Endoscopy is a procedure used to diagnose and treat the causes
of chronic low back pain and radiculopathy. Using an instrument
called a flexible fiber optic endoscope and Video Guided
Catheter, the physician is able to visually inspect anatomical
structures, tissues and nerves inside the epidural space.
How does spinal endoscopy work?
the body in its natural attempt to heal from injury or surgery, will
develop tissue which will encase nerve roots. These adhesions
may cause irritation and inflammation, potentially resulting
in severe and chronic pain.
are very difficult to visualize with the standard MRI or
CT scans. During the initial clinical trials of the spinal
endoscope, physicians discovered that many patients examined
by MRI or CT scan often had adhesions that went undetected.
Spinal endoscopy confirmed the presence of adhesive tissue
in these same patients.
Today, physicians often treat chronic
low back pain and radiculopathy by injecting medication into
the epidural space with a needle and syringe. Unfortunately,
injected medication will frequently flow away from the encased
and inflamed nerve roots. As a result, relief may be temporary
or not at all.
endoscopy is a relatively simple procedure that is performed
in a hospital or surgical center on an outpatient basis.
After receiving some mild sedation, the physician will inject
a local anesthetic into the lower part of your back. The
physician then introduces the Video Guided Catheter and flexible
fiber optic endoscope into the epidural space. The catheter
and endoscope are carefully advanced to the area of suspected pain. You may feel some pain as the
instruments moves close to the inflamed nerve. In fact, the
physician may replicate your pain and ask if this is the
type of pain you usually feel. Using a combined technique
of catheter movement and irrigation, the physician can separate
many of the adhesions encasing the nerve roots. This allows
the physician to directly see the inflamed nerve root, its
texture, color and severity of inflammation. The physician
can then place medication directly onto the irritated nerve
root. After the procedure, you are sent to the recovery room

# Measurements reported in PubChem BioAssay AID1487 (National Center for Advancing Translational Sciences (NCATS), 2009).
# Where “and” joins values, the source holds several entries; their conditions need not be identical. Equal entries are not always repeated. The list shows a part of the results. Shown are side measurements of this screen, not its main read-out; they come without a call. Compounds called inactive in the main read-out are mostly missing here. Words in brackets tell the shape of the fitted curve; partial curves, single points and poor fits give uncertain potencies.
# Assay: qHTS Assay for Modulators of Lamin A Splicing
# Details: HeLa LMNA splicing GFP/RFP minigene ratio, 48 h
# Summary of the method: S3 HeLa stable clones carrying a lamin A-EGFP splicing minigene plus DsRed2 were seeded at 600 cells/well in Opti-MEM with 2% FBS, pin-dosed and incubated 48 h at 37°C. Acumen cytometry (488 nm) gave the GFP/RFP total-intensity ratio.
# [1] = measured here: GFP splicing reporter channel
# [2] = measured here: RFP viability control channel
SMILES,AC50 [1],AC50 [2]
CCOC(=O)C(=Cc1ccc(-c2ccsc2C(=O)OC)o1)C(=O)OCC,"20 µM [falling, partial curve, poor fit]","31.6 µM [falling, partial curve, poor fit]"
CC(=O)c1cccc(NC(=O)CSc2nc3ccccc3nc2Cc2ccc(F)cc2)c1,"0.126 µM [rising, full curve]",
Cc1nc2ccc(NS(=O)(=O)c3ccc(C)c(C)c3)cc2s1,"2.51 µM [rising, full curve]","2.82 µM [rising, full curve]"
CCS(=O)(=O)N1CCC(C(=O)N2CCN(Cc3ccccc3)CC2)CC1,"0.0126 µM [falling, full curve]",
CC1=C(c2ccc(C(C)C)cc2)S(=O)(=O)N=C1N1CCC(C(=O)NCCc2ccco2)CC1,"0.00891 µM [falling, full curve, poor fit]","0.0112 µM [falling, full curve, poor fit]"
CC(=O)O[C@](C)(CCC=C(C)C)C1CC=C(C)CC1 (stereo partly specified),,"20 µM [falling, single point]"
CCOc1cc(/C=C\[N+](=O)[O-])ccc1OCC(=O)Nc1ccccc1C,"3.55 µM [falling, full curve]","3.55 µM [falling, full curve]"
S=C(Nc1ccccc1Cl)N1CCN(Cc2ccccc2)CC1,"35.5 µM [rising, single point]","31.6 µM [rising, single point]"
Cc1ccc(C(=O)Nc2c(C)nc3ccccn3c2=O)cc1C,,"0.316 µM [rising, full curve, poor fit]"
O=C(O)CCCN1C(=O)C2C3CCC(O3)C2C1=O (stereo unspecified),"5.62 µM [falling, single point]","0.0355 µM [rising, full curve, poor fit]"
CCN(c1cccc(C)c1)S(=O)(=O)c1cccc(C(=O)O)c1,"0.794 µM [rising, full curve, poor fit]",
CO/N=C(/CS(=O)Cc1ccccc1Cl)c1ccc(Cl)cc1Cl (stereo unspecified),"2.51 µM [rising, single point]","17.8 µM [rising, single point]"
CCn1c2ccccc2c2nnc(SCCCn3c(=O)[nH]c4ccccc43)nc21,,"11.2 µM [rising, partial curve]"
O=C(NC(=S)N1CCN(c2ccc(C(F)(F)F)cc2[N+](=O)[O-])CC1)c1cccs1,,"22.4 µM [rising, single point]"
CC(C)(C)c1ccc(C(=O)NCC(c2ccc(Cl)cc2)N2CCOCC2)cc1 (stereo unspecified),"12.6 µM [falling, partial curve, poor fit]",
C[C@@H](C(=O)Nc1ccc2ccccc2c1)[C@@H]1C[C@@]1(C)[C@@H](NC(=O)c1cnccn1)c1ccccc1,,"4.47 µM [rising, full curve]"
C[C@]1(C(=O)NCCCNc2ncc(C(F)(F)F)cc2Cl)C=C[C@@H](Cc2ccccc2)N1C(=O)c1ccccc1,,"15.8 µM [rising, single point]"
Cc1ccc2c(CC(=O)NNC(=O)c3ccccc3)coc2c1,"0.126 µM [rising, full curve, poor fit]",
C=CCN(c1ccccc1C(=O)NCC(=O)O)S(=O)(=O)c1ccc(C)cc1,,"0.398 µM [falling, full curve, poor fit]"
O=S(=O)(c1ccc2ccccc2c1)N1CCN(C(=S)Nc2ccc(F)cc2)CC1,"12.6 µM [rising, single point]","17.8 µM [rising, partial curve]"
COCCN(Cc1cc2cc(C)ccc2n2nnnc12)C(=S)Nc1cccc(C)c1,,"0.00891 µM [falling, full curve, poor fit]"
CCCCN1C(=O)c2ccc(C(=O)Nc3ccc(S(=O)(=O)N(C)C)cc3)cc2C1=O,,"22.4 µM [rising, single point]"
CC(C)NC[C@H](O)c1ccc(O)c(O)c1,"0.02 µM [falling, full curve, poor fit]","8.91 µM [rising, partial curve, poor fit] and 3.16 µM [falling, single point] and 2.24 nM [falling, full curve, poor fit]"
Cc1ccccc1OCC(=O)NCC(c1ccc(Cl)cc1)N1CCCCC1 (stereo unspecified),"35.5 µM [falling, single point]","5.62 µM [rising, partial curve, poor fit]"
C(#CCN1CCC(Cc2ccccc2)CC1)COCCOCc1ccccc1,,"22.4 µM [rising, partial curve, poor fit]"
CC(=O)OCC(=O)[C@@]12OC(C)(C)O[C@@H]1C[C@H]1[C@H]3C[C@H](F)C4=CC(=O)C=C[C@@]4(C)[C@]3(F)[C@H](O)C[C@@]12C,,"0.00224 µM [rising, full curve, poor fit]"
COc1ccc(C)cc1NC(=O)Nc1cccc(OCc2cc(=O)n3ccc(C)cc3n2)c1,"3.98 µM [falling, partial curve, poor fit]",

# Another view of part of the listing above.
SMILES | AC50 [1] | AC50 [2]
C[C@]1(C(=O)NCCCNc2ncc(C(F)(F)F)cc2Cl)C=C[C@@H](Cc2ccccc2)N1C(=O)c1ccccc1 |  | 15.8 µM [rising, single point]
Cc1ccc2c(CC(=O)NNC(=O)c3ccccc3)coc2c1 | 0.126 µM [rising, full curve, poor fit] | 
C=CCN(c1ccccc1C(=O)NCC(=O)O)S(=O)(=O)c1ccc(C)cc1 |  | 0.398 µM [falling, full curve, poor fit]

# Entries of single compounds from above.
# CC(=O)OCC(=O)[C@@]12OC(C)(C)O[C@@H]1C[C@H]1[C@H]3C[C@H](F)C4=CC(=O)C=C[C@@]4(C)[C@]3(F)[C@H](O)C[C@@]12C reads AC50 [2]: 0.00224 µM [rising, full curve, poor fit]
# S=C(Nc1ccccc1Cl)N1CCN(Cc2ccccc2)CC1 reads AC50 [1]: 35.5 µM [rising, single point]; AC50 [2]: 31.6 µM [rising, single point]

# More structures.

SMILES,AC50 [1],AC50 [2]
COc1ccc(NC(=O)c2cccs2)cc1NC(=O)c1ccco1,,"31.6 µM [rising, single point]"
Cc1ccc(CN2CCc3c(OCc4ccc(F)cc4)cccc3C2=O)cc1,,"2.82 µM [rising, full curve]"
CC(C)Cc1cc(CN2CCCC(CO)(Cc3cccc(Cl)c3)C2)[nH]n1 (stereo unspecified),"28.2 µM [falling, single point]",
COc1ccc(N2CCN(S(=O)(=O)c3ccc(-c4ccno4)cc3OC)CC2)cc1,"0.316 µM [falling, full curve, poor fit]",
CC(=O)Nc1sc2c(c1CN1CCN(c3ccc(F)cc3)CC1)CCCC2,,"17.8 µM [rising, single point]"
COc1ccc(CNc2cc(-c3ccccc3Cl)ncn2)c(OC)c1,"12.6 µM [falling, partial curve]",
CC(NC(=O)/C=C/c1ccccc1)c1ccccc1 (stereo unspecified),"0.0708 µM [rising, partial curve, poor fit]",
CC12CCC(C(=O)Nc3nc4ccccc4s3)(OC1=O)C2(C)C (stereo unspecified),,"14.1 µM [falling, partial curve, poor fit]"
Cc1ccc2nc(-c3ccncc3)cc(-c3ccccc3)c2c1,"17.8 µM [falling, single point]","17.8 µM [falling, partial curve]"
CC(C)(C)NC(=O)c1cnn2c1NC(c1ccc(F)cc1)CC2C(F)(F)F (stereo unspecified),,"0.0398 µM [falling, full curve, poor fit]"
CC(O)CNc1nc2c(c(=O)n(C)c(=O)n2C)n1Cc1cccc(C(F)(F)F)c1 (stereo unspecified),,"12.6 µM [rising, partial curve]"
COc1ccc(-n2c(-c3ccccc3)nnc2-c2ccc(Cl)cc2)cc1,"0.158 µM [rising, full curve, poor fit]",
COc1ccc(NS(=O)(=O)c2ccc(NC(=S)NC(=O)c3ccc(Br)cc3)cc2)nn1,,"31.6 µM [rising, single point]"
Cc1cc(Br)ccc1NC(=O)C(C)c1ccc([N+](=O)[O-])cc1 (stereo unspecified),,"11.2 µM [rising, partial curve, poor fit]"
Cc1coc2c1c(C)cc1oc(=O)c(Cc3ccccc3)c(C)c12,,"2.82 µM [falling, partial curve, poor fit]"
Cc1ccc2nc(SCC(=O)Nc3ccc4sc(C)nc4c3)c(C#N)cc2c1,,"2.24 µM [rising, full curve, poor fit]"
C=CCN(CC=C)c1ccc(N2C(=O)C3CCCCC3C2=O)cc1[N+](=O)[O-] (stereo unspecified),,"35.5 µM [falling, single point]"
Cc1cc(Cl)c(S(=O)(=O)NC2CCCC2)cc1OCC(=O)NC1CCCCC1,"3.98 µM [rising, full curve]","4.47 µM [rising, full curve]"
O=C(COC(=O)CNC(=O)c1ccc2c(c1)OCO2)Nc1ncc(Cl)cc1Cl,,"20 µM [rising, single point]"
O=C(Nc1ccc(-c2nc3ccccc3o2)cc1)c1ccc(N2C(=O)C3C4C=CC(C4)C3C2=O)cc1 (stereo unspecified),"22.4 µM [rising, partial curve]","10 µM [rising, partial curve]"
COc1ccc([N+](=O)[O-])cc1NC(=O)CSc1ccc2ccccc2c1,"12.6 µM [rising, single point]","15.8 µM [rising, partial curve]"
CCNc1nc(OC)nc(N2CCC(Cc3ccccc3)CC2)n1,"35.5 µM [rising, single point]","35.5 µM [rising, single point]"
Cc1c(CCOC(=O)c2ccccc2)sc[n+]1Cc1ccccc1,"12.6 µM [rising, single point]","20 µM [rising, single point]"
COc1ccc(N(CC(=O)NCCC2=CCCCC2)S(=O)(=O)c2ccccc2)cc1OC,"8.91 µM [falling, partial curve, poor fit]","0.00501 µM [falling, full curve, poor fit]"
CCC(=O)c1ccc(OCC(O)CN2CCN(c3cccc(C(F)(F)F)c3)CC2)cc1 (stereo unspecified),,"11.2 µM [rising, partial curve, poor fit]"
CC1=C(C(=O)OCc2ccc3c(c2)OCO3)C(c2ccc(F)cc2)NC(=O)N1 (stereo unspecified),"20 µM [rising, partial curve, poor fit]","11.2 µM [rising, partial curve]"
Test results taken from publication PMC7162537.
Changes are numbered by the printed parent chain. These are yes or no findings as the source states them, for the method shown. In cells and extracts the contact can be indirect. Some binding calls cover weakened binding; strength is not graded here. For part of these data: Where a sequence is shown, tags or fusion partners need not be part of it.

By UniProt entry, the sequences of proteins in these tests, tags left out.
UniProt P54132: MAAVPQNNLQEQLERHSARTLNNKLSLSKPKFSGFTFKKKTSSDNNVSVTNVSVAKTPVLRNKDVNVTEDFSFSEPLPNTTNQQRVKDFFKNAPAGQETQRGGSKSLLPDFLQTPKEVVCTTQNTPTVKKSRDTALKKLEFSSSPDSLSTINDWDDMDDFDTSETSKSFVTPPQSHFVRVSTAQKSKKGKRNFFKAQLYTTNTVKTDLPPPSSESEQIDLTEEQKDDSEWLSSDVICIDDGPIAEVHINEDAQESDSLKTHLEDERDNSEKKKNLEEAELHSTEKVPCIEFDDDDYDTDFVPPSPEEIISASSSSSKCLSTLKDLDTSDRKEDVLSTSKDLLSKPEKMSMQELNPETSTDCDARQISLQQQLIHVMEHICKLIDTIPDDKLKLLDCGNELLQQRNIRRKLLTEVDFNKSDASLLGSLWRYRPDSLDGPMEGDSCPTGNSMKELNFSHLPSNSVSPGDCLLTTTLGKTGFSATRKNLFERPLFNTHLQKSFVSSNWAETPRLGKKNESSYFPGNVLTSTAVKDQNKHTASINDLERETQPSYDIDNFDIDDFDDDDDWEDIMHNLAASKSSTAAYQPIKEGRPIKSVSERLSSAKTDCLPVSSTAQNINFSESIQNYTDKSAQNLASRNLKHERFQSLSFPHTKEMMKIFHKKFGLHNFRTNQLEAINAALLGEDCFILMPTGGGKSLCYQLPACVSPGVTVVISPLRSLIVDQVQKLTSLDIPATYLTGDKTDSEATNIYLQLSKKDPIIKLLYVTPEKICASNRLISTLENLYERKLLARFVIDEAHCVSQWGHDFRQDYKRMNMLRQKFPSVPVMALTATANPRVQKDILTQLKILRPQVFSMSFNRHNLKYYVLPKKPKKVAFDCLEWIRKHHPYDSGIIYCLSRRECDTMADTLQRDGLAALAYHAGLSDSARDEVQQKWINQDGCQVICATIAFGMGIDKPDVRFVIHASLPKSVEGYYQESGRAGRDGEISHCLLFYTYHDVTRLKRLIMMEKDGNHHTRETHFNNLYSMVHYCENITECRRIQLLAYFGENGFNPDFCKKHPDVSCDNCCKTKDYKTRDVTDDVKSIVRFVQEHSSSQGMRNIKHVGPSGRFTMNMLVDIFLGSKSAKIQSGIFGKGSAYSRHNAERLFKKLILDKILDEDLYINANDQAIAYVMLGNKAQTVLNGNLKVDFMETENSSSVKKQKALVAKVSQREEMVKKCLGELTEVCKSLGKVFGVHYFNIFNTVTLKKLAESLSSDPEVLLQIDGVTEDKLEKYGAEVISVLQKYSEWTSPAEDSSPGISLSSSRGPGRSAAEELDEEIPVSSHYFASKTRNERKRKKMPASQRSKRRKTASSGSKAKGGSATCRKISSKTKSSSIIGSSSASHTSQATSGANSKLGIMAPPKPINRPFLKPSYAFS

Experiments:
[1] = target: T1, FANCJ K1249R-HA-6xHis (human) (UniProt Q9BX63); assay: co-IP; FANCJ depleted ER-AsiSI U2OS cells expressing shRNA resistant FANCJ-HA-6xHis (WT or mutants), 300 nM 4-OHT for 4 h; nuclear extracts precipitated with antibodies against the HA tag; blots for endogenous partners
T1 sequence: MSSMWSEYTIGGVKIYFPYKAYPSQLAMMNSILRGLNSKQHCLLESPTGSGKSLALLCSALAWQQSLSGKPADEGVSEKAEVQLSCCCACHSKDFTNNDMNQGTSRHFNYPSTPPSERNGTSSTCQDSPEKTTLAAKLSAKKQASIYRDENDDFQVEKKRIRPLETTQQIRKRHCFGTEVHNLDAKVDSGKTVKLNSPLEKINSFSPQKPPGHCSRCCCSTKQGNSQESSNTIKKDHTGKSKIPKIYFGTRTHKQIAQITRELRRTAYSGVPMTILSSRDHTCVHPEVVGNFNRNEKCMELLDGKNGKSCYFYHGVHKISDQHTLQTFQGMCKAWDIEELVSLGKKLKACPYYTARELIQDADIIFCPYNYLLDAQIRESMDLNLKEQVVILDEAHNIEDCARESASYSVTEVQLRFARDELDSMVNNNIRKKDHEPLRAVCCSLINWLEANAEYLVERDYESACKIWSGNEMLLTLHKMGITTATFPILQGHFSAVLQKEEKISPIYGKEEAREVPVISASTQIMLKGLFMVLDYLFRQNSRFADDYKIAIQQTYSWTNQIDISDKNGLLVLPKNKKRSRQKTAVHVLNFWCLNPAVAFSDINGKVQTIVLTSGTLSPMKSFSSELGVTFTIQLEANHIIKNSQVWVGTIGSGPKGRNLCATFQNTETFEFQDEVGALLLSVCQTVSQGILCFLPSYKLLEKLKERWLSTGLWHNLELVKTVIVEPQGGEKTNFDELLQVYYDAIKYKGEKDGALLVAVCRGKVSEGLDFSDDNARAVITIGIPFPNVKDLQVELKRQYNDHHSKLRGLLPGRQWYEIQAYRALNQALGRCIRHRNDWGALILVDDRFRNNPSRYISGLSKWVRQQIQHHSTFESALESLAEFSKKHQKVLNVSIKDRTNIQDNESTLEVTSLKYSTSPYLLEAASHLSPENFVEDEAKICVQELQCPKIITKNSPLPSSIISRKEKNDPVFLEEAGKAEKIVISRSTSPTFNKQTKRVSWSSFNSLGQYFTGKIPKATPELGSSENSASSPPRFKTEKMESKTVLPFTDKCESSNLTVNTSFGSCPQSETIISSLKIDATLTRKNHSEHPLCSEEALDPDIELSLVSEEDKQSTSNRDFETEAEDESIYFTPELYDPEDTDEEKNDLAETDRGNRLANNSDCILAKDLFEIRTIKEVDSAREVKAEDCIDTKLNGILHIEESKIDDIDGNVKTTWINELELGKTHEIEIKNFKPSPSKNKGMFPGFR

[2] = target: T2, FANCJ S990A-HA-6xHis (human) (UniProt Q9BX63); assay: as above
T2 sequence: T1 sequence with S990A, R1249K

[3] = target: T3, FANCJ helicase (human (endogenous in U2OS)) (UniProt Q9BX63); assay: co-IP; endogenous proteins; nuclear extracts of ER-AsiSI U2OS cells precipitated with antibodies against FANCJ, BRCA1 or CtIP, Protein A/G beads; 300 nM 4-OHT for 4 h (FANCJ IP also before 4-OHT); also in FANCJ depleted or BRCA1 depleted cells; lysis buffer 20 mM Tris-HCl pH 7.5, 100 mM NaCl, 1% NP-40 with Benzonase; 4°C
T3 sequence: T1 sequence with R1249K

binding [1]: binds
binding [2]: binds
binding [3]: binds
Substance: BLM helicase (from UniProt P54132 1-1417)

for a short period of time, then released
to go home.
What are the side effects of
any invasive procedure, you may experience some side effects.
Side effects may include: burning or tingling during the
procedure, headache during and following the procedure, pain
at the site of, insertion for a few days, and small amounts
of drainage from the site of insertion.
How do I know if I am eligible
for spinal endoscopy?
endoscopy is not for everyone and not everyone can benefit
from the procedure. Your physician can determine your eligibility
after performing a thorough history and physical examination.
You are probably a candidate for spinal endoscopy if your
back pain radiates to the legs (this is called radiculopathy)
and you have failed other less invasive or conservative therapies
or surgery. You are less likely to be a candidate if you
have other serious diseases or psychiatric / psychological
Are there special instructions
I need to follow at home?
WHAT TO EXPECT THE DAY OF SURGERY:
Upon arrival to our Center the receptionist will register
you and copy your insurance card. You will then be escorted
to a room where our staff will complete a pre-assessment
of your past and current health history. You will then speak
to our staff anesthesiologist who will discuss the appropriate
anesthesia protocol which will best suit your needs.
After the pre-assessment, you will be escorted to the holding
area where baseline vital signs will be recorded and an intravenous
line will be started. After surgery is completed, your stay
in recovery will be approximately 45 minutes. You will then
be transported back to the pre-operative area, or discharged
home. It is necessary to have a responsible adult to accompany
You will be given a post operative appointment
card prior to your discharge. If you wear acrylic nails, any
2 nails on the left hand must be removed before arriving at
the Surgery center.
A tiny area is numbed at the base of your tailbone, away
from where the injury is located. This prevents additional
injury to the muscles, tissues, and bony structures surrounding
the injury site. A needle is introduced to allow insertion
of the catheter with the scope. The catheter is slowly advanced
and your physician asks you to tell him when you feel the
catheter touching the injured nerve. The amount of pain you
will feel varies from patient to patient, and
it can be reduced by pulling the catheter back if he gets
too close to your injured nerve. Once he has located and
identified the injured nerve, he injects medicine onto the
injured nerve. This should reduce inflammation and may wash
away the materials that are causing your pain. The entry
site is then covered with a small bandage and after a short
time in the recovery unit, you will be sent home.
Lateral view: Epidural needle inside
sacral canal and contrast injection
PA view: Illustration of insertion of stylet
PA view: Positioning of video catheter
towards L5 nerve root and adhesiolysis
PA view: Injection of contrast with filling of L5 nerve
root after adhesiolysis
PA view: Positioning of video catheter towards S1 nerve
root and adhesiolysis
PA view: Injection of contrast following
S1 nerve root adhesiolysis
Fluoroscopic illustration of placement of needle, contrast
injection, video catheter placement and adhesiolysis
anatomy of lumbar epidural space
of endoscopic anatomy and adhesiolysis of lumbar epidural